Moving your robot

Controlling motors with OnBot Java

In this lesson, you will learn how to control a motor. We won't be teaching you how to drive your robot, nor will this lesson teach you how to control your robot through the gamepad. However, it should give you a basic understanding of how motors are controlled with OnBot Java.

Accessing a motor

To reference a motor in your code, you must use the hardwareMap and assign the motor to a variable.

DcMotor myMotor = hardwareMap.get(DcMotor.class, "motor");

Now, the motor you assigned to the name "motor" in your hardware map configuration will be stored in the variable myMotor.

Remember to change "motor" to whatever name you assigned to your motor in your own configuration.

Powering a motor

DC motors receive power to move. The more power it receives, the faster it will go. The range of power you can give to a DcMotor is [-1, 1] which is -1 to 1, inclusive.

To give power to a motor, we use the setPower() method.

myMotor.setPower(0.5);

This will give the motor half power.

OpMode with a motor

In Android Studio, go back to MyFIRSTOpMode. Your code should still look like this:

package org.firstinspires.ftc.teamcode;
import com.qualcomm.robotcore.eventloop.opmode.Autonomous;
import com.qualcomm.robotcore.eventloop.opmode.LinearOpMode;
@Autonomous
public class MyFIRSTJavaOpMode extends LinearOpMode {
@Override
public void runOpMode() throws InterruptedException {
}
}

In the runOpMode() method, let's declare a DcMotor myMotor and assign it to a motor from the hardwareMap.

package org.firstinspires.ftc.teamcode;
import com.qualcomm.robotcore.eventloop.opmode.Autonomous;
import com.qualcomm.robotcore.eventloop.opmode.LinearOpMode;
@Autonomous
public class MyFIRSTJavaOpMode extends LinearOpMode {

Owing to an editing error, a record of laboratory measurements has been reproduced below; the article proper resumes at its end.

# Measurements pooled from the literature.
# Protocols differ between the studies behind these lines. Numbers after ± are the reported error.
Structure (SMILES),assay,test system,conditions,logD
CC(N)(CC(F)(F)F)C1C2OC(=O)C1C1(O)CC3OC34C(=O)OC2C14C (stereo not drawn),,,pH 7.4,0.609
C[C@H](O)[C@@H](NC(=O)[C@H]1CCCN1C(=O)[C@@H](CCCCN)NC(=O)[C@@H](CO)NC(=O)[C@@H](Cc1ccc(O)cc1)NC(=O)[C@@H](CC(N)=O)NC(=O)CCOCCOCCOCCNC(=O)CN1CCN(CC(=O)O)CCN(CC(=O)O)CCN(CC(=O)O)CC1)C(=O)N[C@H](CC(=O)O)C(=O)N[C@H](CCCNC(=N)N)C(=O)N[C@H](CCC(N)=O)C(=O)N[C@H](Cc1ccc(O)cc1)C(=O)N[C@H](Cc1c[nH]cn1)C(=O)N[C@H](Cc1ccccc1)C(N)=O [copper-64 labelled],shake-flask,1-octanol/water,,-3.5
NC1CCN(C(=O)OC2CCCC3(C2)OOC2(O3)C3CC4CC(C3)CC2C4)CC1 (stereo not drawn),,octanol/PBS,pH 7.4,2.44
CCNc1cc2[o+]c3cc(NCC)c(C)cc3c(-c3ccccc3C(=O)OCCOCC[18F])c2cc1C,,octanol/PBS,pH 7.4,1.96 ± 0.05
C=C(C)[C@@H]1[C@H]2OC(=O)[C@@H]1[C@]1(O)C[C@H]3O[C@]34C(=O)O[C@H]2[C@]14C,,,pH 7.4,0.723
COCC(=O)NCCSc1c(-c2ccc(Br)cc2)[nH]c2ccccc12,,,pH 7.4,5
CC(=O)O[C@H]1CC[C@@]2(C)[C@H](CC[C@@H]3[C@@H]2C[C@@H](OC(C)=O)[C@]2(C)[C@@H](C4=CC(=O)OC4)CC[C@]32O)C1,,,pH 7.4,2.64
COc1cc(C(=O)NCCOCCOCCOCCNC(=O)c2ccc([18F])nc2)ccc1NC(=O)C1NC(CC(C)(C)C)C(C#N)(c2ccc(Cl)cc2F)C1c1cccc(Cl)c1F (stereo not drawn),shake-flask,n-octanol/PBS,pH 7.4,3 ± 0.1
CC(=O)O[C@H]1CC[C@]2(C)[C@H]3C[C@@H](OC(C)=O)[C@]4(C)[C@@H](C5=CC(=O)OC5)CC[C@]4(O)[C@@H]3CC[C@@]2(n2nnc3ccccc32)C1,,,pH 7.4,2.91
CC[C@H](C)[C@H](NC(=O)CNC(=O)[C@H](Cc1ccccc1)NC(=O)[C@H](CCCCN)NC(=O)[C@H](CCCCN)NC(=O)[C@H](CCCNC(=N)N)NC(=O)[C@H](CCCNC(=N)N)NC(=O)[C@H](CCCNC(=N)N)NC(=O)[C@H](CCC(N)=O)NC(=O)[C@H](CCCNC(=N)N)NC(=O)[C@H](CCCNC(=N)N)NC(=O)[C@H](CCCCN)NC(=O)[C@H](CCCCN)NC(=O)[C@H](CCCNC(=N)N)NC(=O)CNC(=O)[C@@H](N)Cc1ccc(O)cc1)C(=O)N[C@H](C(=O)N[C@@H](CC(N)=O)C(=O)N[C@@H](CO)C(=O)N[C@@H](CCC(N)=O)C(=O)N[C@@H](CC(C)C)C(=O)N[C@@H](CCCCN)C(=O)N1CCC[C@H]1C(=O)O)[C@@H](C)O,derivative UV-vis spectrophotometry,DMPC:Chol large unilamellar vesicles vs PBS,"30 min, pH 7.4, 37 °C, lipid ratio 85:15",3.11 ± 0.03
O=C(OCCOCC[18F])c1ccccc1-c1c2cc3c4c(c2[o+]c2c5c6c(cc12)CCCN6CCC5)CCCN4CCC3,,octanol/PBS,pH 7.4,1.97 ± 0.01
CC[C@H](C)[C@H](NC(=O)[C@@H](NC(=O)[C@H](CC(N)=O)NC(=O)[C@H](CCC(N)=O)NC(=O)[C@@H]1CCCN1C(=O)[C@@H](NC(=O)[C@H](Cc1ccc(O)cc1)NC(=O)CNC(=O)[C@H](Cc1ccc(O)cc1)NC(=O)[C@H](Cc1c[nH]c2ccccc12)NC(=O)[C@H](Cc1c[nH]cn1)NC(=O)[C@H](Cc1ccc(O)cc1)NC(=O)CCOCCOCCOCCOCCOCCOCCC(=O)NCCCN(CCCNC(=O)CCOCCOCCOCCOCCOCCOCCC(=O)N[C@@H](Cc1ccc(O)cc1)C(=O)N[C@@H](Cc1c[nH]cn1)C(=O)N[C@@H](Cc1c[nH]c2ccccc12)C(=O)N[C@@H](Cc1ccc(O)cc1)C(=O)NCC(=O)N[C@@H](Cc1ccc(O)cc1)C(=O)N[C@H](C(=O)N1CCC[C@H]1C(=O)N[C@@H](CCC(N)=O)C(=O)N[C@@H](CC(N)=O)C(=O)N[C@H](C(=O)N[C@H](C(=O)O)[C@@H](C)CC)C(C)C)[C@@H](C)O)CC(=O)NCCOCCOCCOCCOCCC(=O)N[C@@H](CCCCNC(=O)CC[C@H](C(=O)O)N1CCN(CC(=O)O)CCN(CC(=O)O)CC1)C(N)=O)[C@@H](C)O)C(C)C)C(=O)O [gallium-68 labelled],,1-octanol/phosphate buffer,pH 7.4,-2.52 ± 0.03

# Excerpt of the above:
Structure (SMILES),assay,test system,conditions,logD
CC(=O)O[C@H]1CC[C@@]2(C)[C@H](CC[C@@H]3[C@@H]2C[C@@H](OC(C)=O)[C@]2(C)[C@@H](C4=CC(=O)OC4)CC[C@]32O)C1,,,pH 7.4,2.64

@Override
public void runOpMode() throws InterruptedException {
DcMotor myMotor = hardwareMap.get(DcMotor.class, "motor);
}
}

Now, we waitForStart().

DcMotor myMotor = hardwareMap.get(DcMotor.class, "motor);
waitForStart();

After the START button is clicked, we will wait 1 second, or 1000 milliseconds, by using Thread.sleep.

DcMotor myMotor = hardwareMap.get(DcMotor.class, "motor);
waitForStart();
Thread.sleep(1000);

It is highly advised that you never use Thread.sleep in TeleOp, but it is perfectly acceptable and often the best method to "wait" in Autonomous.

Now, we will set the power of myMotor to half speed. This happens (theoretically) instantaneously. Once the power is set, we will let it move at half speed for one second by using Thread.sleep.

DcMotor myMotor = hardwareMap.get(DcMotor.class, "motor);
waitForStart();
Thread.sleep(1000);
myMotor.setPower(0.5);
Thread.sleep(1000);

Thread.sleep does not pause the robot from moving. It pauses the OpMode code from running for the specified amount of time. It can be used when you know exactly how long an action must be performed by your robot.

Finally, we will set the power of myMotor to 0 to make it stop.

DcMotor myMotor = hardwareMap.get(DcMotor.class, "motor);
waitForStart();
Thread.sleep(1000);
myMotor.setPower(0.5);
Thread.sleep(1000);
myMotor.setPower(0);

Go ahead and push this code to your Robot Controller phone. Try running it. Does the motor move for one second? If so, congratulations, you now know how to move a motor in OnBot Java!

Challenge

You just learned how to run a single motor. Now, can you run two at the same time? Can you coordinate them? If you have a robot built, can you get it to turn?

Once you feel that you have mastered controlling motors, try to get your robot to move in a square. Then, get it to do the square in reverse. Can you do it using for or while loops?